“A Little Chat”, a music video on cell phone safety by Aspen Jacquet shows why and how to reduce cell phone radiation
Environmental Health Trust (EHT) releases award-winning music video of Aspen Jacquet’s “A Little Chat.” Directed and produced by Peter Prestrud of Alarm Clock Films, shot in beautiful Jackson Hole WY, starring EHT Grand Prize 2015 Practice Safe Tech Contest Winner singer songwriter Jacquet plus several teenagers from Jackson Hole High School. The video will be screened at the Jackson Hole High School Talent Show on May 23, 2016. The song is about safer ways to use cell phones and specifically, how to reduce radiation exposure.
The music video features Jacquet singing how she always “uses a headset,” “keeps my phone off my body” and would “Never post anything my grammy wouldn’t want to see.”
“Our hope is that Aspen Jacquet’s song will inspire teenagers far and wide to practice safer technology. Today’s teenagers are most at risk as they will have a lifetime of exposure to cell phone radiation,” states Devra Davis PhD, President of EHT. Davis points to Swedish research finding much higher risks for malignant brain cancer in those who started using mobile phones as teens, in comparison to adults who started using cell phones in adulthood.
The video also features EHT scientific animations of cell phone radiation absorbed by the brains of children. “These animations provide a powerful visual image of how this invisible radiation actually penetrates and is absorbed by brains,” says Davis. “Research shows that cell phone radiation is absorbed more deeply in a child brain than an adult brain. As every parent appreciates, teenagers’ brains are not fully mature and it makes sense to take special steps to protect them socially and physically. Keeping a distance between your brain and the cell phone, as Aspen describes in this song, significantly reduces your exposure to this radiation.”
“A Little Chat” is teenager-made and teenager-directed, and is available for use by schools, local theatres and television programs with acknowledgement of EHT production. Information about how to launch a similar program in your school system and other programs is available at www.ehtrust.org.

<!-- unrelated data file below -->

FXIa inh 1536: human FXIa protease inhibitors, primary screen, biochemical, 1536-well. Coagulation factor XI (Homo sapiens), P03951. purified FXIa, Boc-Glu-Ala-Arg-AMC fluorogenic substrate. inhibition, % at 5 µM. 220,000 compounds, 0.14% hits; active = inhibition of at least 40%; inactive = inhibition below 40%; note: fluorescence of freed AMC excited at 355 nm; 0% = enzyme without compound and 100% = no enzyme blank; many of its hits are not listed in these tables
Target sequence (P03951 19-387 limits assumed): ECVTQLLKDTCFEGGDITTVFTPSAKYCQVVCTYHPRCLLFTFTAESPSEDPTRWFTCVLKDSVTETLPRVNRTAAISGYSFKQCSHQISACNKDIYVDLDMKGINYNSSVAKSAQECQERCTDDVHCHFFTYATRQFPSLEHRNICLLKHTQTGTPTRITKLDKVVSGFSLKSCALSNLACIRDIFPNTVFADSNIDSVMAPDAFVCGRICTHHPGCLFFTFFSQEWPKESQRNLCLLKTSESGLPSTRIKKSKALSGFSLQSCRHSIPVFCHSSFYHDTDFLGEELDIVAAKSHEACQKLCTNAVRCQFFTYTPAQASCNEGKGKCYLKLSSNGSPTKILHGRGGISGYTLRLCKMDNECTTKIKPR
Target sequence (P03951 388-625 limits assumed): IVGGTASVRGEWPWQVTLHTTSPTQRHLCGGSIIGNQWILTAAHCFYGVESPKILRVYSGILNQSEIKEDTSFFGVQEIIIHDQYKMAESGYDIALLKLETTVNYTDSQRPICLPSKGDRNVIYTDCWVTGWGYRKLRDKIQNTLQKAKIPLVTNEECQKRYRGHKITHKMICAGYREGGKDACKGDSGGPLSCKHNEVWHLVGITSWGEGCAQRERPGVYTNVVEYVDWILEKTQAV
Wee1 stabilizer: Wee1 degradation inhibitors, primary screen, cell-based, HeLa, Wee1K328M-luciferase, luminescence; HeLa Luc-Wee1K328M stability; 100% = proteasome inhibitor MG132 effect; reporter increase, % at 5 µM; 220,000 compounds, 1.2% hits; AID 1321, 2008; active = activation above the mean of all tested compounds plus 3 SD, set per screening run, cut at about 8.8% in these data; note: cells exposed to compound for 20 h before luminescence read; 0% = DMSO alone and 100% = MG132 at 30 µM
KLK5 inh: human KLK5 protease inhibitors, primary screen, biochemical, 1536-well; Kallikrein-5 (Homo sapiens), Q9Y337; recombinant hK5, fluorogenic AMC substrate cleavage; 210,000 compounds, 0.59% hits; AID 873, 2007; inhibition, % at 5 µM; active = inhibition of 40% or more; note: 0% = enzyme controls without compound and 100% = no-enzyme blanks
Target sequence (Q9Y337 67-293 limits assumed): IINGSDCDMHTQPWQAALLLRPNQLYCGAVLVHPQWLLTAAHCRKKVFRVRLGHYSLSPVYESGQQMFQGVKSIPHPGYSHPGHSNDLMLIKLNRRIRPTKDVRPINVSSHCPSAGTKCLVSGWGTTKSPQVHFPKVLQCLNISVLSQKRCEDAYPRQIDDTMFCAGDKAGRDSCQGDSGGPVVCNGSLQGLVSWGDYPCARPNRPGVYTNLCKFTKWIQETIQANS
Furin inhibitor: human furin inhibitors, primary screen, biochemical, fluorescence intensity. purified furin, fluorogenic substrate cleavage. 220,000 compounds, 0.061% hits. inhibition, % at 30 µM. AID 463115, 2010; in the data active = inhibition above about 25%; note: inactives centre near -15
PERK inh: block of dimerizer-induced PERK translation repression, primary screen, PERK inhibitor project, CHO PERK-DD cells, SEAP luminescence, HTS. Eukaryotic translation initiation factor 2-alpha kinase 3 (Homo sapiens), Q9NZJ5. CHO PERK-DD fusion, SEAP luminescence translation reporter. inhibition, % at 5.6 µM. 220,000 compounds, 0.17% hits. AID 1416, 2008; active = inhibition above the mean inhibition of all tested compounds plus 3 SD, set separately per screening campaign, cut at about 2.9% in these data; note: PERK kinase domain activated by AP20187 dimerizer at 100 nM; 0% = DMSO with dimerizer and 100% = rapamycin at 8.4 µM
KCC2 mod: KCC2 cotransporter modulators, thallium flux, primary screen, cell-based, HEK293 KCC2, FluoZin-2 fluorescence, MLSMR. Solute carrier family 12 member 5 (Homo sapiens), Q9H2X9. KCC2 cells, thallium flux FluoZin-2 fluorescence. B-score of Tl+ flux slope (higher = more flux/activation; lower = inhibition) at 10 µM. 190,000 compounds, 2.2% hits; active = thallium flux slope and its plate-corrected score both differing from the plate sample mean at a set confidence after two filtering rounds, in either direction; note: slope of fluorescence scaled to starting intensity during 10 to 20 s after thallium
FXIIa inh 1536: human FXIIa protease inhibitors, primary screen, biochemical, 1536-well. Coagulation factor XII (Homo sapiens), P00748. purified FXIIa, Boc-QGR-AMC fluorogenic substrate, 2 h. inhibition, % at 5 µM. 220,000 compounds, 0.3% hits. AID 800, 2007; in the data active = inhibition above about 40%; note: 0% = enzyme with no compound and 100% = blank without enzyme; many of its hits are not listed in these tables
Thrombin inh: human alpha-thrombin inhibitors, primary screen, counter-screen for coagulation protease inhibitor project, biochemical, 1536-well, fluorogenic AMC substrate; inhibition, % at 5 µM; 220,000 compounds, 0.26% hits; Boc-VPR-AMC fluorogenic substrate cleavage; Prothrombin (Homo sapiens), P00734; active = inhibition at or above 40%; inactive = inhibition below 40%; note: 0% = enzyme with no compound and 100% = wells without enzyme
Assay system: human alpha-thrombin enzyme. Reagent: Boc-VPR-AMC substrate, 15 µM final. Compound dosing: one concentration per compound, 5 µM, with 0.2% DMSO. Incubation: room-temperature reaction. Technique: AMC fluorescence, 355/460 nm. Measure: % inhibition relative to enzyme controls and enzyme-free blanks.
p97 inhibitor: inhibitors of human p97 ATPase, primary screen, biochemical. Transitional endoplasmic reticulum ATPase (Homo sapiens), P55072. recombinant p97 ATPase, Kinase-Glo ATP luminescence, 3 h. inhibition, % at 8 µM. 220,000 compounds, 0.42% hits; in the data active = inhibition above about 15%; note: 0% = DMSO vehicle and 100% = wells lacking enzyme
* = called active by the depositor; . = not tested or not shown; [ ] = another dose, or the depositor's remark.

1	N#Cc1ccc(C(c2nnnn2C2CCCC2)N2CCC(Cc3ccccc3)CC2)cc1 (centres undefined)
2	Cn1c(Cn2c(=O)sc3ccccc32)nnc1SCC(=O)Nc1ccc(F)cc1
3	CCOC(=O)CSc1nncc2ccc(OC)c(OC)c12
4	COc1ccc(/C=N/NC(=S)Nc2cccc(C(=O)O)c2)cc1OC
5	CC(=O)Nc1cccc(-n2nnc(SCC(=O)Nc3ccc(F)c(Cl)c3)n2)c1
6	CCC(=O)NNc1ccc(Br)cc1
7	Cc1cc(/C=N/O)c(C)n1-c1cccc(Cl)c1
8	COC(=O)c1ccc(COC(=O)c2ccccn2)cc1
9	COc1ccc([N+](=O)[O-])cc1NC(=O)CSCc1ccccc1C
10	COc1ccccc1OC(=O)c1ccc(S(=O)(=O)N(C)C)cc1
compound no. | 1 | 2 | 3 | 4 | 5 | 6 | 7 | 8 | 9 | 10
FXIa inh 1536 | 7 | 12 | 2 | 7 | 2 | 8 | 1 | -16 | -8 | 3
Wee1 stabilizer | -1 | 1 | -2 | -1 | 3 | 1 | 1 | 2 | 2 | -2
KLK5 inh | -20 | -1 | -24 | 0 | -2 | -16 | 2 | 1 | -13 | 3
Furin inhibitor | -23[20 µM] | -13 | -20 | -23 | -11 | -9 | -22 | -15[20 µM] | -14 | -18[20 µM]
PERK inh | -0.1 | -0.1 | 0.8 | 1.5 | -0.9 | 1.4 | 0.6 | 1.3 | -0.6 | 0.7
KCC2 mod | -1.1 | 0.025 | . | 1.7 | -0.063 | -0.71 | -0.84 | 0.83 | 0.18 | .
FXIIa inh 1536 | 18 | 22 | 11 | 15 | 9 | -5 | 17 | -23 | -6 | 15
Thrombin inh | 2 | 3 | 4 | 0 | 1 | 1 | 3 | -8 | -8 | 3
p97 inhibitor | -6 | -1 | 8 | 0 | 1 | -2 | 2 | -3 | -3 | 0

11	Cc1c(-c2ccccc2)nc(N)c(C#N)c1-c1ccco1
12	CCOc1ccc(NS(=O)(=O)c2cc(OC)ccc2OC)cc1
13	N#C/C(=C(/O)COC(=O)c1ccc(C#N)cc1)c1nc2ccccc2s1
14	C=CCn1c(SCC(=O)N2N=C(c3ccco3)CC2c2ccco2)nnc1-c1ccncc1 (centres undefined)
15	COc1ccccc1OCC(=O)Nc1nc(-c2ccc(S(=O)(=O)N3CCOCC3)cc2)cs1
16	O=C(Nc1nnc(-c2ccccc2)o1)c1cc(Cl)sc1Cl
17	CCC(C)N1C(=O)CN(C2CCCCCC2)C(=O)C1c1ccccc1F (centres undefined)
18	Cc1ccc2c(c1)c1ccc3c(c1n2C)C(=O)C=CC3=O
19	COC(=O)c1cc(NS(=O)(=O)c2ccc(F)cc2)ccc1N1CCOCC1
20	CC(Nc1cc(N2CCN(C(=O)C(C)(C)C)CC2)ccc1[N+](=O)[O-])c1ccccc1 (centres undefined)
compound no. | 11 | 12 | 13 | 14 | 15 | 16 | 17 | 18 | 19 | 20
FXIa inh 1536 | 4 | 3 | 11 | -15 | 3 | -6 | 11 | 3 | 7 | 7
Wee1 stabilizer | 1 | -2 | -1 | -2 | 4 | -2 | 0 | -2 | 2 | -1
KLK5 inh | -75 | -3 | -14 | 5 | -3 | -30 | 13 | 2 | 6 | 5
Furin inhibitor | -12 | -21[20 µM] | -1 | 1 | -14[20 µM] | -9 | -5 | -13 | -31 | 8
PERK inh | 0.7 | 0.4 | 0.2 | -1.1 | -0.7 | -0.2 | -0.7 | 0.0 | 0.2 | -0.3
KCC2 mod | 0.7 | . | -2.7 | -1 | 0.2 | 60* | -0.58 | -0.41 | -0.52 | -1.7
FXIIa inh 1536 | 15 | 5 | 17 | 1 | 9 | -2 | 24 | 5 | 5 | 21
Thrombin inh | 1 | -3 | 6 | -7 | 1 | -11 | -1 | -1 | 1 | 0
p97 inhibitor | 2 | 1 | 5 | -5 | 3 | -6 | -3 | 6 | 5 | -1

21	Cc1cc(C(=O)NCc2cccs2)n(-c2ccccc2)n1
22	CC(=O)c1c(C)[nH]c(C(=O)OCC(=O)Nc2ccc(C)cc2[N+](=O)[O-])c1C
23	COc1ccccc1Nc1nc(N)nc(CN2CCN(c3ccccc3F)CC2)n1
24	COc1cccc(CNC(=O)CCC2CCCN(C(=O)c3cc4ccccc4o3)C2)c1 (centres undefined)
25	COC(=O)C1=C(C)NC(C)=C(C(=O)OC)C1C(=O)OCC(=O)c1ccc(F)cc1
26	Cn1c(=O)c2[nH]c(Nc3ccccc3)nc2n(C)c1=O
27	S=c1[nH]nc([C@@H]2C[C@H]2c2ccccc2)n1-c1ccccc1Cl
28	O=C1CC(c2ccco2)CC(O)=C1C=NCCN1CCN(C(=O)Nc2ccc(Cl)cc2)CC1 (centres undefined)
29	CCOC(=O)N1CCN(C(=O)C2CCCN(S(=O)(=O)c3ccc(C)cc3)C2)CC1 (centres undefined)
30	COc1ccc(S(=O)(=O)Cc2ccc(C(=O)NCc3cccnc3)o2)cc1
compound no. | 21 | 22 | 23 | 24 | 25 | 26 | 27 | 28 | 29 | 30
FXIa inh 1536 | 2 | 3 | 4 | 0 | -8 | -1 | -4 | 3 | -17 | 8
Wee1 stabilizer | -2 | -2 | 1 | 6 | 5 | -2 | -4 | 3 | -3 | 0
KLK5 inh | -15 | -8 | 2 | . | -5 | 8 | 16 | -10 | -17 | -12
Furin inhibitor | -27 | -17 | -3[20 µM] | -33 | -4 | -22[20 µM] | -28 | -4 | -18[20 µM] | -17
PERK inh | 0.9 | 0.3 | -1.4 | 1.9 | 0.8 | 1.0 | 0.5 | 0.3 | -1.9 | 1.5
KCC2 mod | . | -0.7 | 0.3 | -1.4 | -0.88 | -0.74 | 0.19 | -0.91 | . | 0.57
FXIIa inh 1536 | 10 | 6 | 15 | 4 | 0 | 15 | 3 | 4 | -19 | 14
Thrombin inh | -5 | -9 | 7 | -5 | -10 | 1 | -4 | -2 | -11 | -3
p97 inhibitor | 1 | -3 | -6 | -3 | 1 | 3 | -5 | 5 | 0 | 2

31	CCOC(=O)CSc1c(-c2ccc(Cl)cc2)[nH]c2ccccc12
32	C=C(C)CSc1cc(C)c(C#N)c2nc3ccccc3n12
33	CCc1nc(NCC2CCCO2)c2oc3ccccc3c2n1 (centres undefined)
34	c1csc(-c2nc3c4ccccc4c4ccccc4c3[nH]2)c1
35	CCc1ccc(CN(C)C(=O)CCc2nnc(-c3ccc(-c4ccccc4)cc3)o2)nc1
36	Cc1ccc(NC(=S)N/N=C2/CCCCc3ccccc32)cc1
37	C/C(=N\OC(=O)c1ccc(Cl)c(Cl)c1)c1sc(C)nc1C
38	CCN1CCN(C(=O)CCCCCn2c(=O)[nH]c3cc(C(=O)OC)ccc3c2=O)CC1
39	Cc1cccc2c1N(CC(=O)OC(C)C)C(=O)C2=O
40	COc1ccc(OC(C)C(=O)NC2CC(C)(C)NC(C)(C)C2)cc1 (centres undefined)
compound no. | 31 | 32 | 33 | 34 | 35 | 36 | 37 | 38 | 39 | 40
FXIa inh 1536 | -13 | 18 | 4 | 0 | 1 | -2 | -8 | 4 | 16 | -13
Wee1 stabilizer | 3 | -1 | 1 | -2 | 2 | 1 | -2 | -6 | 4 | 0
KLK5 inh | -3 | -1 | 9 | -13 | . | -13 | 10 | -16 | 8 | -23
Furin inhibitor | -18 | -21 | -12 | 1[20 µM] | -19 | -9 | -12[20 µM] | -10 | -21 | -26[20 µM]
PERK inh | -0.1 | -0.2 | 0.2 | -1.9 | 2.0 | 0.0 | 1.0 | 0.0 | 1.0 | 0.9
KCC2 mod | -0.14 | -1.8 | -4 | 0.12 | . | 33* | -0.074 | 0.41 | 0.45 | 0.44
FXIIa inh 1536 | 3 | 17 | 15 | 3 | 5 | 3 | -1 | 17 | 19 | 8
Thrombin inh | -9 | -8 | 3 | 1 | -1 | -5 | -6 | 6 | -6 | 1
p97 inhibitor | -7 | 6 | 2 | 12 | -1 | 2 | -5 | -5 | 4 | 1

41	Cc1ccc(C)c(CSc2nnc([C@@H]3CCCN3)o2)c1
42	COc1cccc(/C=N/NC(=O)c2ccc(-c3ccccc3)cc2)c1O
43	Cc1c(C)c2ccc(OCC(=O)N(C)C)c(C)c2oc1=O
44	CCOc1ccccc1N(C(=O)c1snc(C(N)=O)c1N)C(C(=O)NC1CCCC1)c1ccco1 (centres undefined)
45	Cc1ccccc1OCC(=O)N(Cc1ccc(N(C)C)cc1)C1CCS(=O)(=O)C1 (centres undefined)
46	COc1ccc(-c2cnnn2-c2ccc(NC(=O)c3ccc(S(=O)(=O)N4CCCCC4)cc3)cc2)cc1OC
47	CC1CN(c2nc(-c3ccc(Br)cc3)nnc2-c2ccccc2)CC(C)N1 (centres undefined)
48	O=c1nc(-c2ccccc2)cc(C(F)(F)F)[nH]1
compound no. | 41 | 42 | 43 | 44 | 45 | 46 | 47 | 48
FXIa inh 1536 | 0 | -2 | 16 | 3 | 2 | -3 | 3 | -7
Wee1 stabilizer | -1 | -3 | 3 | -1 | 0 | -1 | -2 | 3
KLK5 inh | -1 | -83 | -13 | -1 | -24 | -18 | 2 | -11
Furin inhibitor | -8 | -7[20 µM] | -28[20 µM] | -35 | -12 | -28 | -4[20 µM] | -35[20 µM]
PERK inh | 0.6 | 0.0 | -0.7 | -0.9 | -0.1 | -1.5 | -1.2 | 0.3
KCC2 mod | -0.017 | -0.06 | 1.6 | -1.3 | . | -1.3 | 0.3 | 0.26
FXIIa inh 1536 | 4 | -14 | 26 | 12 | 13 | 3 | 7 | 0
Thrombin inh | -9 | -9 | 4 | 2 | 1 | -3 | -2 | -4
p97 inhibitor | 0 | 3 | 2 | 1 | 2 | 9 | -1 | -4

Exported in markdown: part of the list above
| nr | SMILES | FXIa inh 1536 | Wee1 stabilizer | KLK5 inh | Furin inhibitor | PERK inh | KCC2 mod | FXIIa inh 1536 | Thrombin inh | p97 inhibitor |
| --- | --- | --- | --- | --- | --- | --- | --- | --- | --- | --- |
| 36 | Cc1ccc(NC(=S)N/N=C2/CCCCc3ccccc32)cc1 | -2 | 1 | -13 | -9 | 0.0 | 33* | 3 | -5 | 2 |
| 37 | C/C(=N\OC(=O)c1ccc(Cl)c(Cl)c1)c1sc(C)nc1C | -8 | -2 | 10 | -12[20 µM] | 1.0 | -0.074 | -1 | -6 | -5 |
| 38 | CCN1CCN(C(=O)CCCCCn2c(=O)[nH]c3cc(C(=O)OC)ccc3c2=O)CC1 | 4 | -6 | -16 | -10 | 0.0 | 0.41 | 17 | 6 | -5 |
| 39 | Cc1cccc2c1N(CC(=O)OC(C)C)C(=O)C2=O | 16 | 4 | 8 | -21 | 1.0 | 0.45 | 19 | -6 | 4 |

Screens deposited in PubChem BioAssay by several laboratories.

Aspen Jacquet is a singer songwriter from Jackson Hole, Wyoming and a senior at Jackson Hole High School. At age 8 she started playing the guitar, which led her to start writing songs at age 10. In her free time, she loves playing the guitar, doing musical theater and playing the piano and ukulele. Recently, Aspen had the Honor of singing one of her original songs at TEDxJackson and winning the Jackson Hole Live Music Scholarship, which she plans to use to record her first EP this year. She grew up being educated on the importance of using technology safely by her mother.
Peter Prestrud, a Jackson Hole High School honors student, is an award-winning filmmaker who started making films when he was nine years old. At age 12, encouraged by mentors, he launched his film company Alarm Clock Films. Alarm Clock Films also created Stop Texting and Driving as their Special Mention entry to the Practice Safe Tech Contest.
Alarm Clock Films is a small cinematic production house with a global reach. “We have diverse abilities ranging from cinematic corporate productions to music videos. The company aspires to provide services of the highest quality. Our unique abilities, technology and customer care allow us to make videos that tell great visual stories and help organizations and artists be more successful.”
EHT is a Jackson Hole based 501 C 3 non-profit that functions as a virtual think tank to conduct cutting-edge research on environmental health risks with some of the world’s top researchers and also develops innovative ways to educate and motivate parents, health professionals and students about why and how to reduce those risks. EHT educates individuals, health professionals and communities about controllable environmental health risks and policy changes needed to reduce those risks. Currently, EHT is addressing health concerns about cell phones and wireless and recommends reducing exposure to reduce risk. The Environmental Health Trust maintains a regularly updated database of worldwide precautionary policies as over a dozen countries recommend reducing wireless exposure to children. Please sign up for our newsletter, visit EHtrust.org and on Facebook.
For further interviews please contact Janet Vasquez.
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